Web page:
Cybersecurity Experts Share The Biggest Risks And Trends To Watch In 2024

Cybersecurity Experts Share The Biggest Risks And Trends To Watch In 2024

The cybersecurity landscape is dynamic, such that new threats are emerging daily, followed by new technologies exploited by threat actors to cause mayhem. Security threats and trends towards 2024 look critical as AI grows popular and codeless app building becomes accessible to everybody.

The following is a discussion we held with industry professionals to gain insights into the future of cybersecurity.

The Top Security Risks Of 2024 Will Require New Mitigation Approaches

1. InfoStealer malware

The current trend in Ransomware will only get worse. Initial Access Brokers (IABs) specialize in breaching systems and selling this access to other threat actors. With the growing threat of infostealer malware, the technical bar to gain initial access to large corporate networks has never been lower.
Infostealers and IABs are often used by ransomware threat actors to gain an initial foothold within their target of choice, pivot within the network and then exfiltrate sensitive data (for double extortion attacks) before encrypting their victims' computers. 2024 will be the year that organizations of all sizes integrate Cyber Threat Intelligence (CTI) into their defence strategy.

Josh Amishav, CEO,  Breachsense

2. AI-driven security controls

In 2024, I am anticipating more use of AI in threat detection through which cyber threats can be identified in advance. Similarly, there will be an increased focus on quantum-resistant cryptography because quantum computers can break traditional encryption systems. Decentralized identity management is likely to feature highly in cybersecurity professional strategies. However, with edge computing comes new problems requiring new security measures designed specifically for networked structures. Collaborative efforts among cyber security groups will boost cooperation and teamwork in fighting against advanced cyber threats.

Ayman Nazish, Social Sharings

3. Phishing on job sites

These scams are increasingly found on job boards, where fraudsters collect sensitive information from applicants' resumes. This is especially problematic with the growth in remote work and freelance job opportunities. High unemployment rates contribute to the problem. Scammers disguise phishing schemes as job applications, asking for Social Security numbers and other personal details, not for background checks, but for identity theft. To avoid falling victim, it's crucial to research employers and verify their legitimacy through resources like the Chamber of Commerce.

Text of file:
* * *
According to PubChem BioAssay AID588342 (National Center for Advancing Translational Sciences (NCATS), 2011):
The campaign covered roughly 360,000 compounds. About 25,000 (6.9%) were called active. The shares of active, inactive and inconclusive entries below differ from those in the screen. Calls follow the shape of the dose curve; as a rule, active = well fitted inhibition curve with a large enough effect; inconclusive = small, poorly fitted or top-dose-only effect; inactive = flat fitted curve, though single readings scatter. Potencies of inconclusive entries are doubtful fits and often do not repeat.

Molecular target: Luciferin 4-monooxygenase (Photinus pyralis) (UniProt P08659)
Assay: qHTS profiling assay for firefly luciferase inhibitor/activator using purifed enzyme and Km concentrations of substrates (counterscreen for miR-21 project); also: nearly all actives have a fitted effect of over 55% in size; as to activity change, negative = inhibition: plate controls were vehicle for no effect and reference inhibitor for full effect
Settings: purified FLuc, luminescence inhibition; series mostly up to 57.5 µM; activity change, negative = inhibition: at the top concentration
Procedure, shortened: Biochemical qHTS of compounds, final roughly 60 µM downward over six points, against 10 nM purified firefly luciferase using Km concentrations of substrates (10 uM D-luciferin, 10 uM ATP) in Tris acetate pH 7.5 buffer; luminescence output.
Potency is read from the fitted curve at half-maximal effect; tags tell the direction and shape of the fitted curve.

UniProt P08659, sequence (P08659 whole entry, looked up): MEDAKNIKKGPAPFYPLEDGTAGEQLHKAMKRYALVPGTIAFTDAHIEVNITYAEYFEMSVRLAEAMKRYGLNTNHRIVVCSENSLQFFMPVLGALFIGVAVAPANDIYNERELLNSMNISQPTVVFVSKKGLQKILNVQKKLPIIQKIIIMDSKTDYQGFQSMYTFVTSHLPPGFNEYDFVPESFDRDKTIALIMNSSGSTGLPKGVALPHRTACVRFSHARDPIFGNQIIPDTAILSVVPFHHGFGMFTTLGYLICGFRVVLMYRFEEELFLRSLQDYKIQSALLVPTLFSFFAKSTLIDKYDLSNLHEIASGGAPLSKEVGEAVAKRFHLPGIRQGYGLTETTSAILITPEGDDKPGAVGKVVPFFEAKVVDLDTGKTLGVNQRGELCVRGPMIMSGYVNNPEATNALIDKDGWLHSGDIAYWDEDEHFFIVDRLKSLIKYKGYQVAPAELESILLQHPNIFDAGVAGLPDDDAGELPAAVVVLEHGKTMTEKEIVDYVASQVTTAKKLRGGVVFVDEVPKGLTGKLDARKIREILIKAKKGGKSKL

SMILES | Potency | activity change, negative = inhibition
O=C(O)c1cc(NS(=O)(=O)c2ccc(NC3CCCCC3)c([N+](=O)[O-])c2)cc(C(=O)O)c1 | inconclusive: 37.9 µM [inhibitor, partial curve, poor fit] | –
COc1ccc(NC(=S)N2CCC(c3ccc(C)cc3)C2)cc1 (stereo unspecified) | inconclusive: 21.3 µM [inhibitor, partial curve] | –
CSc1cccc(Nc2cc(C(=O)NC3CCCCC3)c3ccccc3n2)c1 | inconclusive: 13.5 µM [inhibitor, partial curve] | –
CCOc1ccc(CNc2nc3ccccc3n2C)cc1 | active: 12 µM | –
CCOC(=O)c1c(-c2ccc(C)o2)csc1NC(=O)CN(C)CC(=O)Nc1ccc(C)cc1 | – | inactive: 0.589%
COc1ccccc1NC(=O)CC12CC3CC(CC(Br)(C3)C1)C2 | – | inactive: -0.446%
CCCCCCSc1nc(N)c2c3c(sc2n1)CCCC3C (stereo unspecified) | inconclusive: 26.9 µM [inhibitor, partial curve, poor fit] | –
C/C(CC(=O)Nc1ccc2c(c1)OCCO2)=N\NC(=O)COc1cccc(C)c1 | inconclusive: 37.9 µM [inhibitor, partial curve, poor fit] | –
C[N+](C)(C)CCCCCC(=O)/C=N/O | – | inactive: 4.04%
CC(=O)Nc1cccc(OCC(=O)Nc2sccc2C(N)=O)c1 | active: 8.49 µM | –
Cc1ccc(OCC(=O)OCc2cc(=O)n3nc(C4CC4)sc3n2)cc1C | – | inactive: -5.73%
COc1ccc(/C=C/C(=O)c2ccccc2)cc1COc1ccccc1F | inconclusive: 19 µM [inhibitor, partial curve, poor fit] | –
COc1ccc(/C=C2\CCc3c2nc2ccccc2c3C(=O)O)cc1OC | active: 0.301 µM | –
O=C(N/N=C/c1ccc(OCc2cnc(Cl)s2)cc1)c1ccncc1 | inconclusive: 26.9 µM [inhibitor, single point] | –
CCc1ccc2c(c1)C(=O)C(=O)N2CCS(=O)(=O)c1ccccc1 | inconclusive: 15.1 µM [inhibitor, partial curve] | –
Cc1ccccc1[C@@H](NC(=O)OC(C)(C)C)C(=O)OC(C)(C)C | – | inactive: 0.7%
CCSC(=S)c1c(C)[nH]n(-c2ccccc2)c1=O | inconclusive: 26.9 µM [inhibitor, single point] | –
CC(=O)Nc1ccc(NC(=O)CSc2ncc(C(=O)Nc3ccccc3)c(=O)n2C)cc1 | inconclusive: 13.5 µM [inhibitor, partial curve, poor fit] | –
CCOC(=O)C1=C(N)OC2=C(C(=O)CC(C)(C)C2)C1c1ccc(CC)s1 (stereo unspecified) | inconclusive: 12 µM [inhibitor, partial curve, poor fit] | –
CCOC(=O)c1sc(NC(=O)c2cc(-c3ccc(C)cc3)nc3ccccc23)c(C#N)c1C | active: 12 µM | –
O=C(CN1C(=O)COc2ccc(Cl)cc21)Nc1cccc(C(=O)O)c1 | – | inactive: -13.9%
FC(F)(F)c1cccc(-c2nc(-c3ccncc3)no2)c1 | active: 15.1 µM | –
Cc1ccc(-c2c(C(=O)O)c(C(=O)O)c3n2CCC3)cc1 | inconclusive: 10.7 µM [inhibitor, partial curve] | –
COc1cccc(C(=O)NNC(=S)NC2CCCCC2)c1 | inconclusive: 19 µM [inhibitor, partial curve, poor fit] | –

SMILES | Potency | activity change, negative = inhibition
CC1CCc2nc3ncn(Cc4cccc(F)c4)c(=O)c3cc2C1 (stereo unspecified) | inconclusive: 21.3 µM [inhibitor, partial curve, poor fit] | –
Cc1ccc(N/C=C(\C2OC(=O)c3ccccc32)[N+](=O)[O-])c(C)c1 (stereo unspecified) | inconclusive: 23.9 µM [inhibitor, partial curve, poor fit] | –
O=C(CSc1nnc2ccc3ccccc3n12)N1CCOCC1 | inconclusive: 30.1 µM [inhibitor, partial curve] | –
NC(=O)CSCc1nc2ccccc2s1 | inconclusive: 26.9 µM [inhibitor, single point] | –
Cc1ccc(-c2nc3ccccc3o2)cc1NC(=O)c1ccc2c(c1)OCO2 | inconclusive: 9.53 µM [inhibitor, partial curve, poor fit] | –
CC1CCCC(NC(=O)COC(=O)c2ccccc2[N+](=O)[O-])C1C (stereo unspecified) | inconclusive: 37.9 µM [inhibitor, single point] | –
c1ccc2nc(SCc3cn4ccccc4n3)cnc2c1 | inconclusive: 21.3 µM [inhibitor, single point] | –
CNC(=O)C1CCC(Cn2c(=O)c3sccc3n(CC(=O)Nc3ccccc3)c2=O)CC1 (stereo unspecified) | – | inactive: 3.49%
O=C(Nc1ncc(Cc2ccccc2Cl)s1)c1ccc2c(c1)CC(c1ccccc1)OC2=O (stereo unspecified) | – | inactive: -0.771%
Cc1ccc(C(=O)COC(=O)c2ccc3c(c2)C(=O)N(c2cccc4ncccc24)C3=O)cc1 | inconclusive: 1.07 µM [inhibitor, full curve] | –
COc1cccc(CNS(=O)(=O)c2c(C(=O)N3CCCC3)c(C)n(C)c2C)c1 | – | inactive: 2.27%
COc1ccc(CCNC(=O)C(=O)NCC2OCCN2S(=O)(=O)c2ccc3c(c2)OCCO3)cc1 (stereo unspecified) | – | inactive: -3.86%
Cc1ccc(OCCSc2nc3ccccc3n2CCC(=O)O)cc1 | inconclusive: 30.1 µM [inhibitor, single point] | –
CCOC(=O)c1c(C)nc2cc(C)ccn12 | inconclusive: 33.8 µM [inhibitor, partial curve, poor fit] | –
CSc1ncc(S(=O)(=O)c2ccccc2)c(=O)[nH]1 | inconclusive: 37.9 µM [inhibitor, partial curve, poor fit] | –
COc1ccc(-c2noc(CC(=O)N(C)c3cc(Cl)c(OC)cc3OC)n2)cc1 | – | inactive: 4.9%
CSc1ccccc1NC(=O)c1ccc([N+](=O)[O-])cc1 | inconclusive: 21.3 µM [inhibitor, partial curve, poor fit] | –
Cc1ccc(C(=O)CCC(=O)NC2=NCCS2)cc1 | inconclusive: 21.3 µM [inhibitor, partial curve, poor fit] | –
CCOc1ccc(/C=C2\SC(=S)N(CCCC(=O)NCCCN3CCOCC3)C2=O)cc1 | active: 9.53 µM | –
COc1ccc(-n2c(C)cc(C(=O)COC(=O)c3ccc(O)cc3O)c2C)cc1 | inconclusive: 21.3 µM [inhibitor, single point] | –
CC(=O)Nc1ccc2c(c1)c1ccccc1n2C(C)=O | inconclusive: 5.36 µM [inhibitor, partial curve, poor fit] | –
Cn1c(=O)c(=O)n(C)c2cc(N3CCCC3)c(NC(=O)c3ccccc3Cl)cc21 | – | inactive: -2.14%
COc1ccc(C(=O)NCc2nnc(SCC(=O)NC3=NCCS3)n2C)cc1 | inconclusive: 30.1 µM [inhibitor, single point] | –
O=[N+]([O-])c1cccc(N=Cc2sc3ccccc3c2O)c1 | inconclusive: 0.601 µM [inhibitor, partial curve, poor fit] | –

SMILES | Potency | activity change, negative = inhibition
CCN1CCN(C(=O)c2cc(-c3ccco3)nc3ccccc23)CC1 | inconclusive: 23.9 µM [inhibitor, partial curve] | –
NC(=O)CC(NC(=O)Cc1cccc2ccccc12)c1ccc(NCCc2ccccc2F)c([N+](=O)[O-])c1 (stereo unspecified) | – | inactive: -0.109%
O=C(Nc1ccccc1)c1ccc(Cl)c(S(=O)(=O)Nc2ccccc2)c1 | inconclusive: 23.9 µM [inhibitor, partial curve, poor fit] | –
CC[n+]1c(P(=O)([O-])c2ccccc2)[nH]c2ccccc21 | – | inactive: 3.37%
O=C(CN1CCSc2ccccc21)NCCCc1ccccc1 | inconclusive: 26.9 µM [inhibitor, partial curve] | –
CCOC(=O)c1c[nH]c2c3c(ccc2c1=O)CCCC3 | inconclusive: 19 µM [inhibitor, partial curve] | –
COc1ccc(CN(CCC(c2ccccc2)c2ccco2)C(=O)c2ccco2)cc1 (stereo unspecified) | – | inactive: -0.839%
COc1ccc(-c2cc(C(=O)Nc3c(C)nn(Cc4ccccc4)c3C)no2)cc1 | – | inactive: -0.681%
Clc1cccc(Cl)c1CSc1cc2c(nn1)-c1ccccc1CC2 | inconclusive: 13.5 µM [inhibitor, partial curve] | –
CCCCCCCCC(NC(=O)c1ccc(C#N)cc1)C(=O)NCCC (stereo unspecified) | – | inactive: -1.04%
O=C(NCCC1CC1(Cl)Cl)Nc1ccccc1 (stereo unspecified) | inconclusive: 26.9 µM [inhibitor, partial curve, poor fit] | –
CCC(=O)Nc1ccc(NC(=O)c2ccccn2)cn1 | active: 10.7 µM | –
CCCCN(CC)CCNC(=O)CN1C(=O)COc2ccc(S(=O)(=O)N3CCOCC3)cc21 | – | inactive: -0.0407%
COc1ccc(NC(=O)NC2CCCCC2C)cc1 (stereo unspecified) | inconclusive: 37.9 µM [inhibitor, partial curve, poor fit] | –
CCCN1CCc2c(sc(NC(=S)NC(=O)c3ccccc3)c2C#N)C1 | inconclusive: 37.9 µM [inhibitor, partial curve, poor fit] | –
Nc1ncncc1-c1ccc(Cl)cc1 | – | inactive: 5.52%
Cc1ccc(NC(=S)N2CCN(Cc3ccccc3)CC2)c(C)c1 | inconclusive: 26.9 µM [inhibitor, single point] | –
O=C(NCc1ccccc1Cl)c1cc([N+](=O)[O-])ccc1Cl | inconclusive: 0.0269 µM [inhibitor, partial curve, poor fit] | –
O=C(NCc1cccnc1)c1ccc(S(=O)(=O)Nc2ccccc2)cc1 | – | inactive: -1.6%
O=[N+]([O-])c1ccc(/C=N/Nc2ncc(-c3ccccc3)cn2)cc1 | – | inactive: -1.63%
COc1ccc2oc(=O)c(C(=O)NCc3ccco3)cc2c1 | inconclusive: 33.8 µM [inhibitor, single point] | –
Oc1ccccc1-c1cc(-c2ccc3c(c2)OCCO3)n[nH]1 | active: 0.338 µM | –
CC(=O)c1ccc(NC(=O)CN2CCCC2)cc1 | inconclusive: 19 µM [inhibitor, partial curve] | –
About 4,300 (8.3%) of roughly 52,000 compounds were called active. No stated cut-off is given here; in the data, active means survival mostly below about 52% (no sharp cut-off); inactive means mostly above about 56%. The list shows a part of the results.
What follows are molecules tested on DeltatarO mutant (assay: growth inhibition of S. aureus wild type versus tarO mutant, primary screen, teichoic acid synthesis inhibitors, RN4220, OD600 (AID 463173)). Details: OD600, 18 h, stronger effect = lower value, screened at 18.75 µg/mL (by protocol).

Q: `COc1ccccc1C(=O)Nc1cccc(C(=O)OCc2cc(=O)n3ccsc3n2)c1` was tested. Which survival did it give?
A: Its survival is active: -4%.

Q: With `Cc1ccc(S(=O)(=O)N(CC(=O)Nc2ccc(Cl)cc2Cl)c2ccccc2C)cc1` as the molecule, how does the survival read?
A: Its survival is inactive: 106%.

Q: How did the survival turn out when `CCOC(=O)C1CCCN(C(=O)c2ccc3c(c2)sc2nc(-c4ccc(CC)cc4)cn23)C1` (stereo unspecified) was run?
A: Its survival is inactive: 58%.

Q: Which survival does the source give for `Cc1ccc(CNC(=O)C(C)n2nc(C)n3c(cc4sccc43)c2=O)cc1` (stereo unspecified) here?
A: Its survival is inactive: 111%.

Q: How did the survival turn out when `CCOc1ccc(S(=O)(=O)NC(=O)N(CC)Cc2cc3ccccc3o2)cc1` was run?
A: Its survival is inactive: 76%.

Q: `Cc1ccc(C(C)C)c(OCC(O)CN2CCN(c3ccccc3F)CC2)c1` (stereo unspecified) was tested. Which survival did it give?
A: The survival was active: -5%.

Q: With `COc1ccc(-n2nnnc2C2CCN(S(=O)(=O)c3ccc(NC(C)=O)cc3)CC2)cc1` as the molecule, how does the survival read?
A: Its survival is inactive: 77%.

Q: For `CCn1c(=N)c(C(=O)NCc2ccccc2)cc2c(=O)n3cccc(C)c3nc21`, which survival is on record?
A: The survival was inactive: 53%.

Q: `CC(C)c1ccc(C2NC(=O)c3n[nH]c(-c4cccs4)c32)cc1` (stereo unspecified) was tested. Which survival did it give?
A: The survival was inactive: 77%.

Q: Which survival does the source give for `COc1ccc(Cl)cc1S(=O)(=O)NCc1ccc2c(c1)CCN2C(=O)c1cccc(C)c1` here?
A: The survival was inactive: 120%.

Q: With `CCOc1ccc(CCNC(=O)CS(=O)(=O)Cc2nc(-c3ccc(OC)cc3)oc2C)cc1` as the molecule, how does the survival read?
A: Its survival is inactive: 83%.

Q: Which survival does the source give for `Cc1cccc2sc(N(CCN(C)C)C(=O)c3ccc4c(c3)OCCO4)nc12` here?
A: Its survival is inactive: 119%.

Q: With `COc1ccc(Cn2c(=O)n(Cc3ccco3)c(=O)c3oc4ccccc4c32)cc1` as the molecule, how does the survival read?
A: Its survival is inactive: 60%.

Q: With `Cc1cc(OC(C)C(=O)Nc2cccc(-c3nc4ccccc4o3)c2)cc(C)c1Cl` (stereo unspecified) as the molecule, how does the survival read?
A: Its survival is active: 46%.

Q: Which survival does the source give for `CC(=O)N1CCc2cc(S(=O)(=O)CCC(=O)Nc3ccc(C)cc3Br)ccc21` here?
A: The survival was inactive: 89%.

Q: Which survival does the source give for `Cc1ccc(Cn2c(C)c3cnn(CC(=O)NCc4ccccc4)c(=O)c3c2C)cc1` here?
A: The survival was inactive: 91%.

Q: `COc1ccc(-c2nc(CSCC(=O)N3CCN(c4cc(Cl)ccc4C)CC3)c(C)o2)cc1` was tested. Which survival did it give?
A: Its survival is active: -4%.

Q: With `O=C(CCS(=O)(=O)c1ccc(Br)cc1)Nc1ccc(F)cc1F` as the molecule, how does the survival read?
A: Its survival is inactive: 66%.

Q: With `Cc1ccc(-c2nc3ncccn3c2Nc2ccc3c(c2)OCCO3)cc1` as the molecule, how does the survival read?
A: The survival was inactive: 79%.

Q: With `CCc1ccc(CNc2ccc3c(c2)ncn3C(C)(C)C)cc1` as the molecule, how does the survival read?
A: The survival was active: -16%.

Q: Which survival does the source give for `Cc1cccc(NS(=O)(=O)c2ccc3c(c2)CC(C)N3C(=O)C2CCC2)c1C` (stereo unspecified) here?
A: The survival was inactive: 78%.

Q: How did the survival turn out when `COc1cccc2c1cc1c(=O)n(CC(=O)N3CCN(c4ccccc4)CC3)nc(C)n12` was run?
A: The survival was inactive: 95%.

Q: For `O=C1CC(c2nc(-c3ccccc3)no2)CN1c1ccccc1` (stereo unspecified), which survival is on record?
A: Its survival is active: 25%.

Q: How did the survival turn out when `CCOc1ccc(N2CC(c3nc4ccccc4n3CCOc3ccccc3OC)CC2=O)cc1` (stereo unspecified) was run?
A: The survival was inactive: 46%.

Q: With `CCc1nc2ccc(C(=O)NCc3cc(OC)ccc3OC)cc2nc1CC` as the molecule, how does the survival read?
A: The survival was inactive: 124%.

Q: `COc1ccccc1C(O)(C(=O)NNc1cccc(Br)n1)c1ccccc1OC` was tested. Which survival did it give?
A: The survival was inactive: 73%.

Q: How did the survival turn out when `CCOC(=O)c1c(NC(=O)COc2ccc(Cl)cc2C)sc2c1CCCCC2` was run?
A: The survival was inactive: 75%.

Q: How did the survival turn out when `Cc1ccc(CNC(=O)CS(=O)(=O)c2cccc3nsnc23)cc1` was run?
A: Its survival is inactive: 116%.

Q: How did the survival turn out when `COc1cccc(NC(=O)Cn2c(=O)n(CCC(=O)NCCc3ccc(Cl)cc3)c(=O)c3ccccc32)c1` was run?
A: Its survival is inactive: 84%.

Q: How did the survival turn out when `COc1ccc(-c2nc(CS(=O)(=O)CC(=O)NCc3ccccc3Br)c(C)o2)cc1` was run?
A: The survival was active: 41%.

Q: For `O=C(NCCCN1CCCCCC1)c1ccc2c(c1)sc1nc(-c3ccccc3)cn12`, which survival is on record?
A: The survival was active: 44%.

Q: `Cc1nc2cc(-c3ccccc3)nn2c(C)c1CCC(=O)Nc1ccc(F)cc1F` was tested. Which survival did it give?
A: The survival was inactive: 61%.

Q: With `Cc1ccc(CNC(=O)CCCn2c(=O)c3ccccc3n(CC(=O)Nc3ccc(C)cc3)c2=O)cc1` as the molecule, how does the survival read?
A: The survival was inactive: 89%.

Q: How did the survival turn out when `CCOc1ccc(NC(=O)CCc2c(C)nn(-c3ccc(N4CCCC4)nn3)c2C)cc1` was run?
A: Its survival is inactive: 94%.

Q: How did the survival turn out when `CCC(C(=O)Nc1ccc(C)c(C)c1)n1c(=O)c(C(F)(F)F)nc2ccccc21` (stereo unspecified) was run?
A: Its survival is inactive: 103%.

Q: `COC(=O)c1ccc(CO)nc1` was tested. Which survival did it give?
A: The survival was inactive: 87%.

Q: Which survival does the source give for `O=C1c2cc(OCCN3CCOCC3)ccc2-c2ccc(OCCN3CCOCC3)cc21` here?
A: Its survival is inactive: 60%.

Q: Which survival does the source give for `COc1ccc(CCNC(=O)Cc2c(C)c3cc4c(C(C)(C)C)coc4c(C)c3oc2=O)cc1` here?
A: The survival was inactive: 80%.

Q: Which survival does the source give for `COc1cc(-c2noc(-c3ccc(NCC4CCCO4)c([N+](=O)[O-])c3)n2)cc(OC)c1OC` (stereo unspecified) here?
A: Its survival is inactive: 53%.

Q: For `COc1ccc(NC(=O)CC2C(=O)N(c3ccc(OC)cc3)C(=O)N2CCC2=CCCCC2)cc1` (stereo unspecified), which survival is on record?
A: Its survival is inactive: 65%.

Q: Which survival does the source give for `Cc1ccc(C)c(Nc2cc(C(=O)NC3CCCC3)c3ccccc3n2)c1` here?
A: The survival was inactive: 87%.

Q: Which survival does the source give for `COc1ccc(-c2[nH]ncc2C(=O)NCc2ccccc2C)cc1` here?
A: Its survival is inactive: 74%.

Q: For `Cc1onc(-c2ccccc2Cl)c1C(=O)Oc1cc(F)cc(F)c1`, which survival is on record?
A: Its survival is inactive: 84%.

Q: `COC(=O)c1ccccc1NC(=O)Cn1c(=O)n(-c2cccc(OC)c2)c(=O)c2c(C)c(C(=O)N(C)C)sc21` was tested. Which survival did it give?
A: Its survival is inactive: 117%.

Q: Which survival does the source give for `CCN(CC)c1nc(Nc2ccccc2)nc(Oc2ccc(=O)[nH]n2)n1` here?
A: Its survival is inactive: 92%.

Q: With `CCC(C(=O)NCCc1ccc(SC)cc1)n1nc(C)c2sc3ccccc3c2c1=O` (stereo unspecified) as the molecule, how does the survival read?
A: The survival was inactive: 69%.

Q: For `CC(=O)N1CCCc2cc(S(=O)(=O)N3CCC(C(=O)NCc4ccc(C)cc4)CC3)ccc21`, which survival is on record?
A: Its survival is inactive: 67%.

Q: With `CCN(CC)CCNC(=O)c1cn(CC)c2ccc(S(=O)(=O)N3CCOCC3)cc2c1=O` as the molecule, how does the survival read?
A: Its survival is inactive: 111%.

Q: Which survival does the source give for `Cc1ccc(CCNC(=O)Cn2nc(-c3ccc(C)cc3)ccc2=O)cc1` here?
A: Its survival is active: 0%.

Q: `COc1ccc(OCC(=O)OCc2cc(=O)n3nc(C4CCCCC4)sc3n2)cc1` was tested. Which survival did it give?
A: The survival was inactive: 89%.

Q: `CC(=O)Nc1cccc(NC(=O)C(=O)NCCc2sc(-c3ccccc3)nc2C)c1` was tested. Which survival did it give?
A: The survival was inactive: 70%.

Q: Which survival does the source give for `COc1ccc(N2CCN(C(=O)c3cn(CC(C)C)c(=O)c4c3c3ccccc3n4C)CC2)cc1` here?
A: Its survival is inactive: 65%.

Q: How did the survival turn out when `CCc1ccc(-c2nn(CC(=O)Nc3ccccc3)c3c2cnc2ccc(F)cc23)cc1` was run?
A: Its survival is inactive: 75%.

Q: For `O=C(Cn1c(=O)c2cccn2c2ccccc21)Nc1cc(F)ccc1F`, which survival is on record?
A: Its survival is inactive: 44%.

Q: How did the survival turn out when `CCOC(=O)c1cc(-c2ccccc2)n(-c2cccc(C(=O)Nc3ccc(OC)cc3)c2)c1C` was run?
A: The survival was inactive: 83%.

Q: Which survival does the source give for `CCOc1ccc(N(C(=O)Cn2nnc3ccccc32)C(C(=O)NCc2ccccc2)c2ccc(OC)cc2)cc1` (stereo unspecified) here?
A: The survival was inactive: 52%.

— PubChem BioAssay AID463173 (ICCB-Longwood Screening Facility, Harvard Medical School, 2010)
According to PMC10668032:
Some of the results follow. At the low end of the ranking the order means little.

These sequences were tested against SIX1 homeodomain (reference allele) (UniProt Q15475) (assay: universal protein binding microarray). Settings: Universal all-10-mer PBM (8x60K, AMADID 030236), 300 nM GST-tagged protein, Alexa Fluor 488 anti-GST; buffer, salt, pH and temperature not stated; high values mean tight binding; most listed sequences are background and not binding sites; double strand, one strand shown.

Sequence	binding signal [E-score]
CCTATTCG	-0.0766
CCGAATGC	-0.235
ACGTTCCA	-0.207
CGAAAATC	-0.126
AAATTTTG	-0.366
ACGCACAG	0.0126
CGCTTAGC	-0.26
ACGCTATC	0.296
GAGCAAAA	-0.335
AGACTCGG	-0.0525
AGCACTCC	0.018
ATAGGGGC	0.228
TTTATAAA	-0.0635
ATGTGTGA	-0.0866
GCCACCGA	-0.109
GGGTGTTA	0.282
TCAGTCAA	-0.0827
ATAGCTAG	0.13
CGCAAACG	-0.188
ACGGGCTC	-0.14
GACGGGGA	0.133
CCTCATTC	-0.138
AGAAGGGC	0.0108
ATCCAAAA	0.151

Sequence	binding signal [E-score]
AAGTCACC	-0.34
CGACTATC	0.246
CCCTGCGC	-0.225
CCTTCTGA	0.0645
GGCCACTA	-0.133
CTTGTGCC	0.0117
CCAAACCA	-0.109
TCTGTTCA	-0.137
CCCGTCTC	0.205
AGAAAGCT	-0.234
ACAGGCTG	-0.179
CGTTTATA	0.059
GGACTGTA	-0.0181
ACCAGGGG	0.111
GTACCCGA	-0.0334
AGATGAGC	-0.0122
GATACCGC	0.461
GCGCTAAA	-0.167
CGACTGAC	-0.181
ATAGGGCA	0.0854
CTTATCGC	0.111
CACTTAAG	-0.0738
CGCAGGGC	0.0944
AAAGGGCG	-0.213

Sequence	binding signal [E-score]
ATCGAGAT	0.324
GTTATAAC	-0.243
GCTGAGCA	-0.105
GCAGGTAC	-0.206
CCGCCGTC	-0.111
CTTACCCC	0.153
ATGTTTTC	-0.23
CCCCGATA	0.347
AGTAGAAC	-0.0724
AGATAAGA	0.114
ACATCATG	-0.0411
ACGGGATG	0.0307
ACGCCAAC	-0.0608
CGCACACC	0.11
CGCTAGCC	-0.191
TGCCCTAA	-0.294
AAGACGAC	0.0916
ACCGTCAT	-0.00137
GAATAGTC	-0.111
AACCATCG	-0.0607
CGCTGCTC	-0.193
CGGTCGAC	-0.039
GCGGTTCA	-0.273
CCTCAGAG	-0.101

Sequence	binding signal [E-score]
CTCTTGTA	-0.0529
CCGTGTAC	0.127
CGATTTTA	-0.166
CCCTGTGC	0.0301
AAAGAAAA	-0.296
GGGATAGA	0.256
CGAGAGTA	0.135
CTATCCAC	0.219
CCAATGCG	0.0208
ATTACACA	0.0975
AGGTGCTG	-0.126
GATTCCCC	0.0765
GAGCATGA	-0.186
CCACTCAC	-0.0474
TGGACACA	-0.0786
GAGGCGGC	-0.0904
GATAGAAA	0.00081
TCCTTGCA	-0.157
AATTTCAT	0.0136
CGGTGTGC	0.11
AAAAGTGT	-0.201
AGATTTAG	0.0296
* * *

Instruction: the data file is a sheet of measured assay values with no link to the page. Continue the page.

Further, as user identities are prime targets for cyber adversaries, inundating users with constant warnings and mandatory awareness training can lead to exhaustion and mistakes. A better approach is a zero-trust model based on least privilege. Customizing awareness training to suit the specific needs of different employee groups is also beneficial, making it more digestible and less overwhelming.

Fawaz Naser, CEO, Softlist

4. Card not present frauds (CNP)

Consumers will continue to see a surge in card-not-present (CNP) fraud. Research found that card-not-present fraud would make up 73% of all card payment fraud this year. Expect this trend to continue into 2024 as the dominant way of scamming consumers, especially with online shopping.
This kind of fraud occurs without a scammer needing your physical card to steal your money. Instead, all they need to get their hands on is your credit card number, personal identifying information (PII), your name or address, or the three-digit security code on the back.
As e-commerce continues to develop into a multi-trillion-dollar industry, consumers need to be increasingly worried of not just protecting their physical cards, but their entire digital trail. Masking as a security feature will continue to see more mass adoption. Headed into 2024, consumers will continue to wise up to the fact that shopping online is similar to playing roulette – you never actually know if your information is safe.

Guy Bauman, CMO & Co-Founder of IronVest

Certainly, 2024 will be a challenging but exciting year for all players in cybersecurity.

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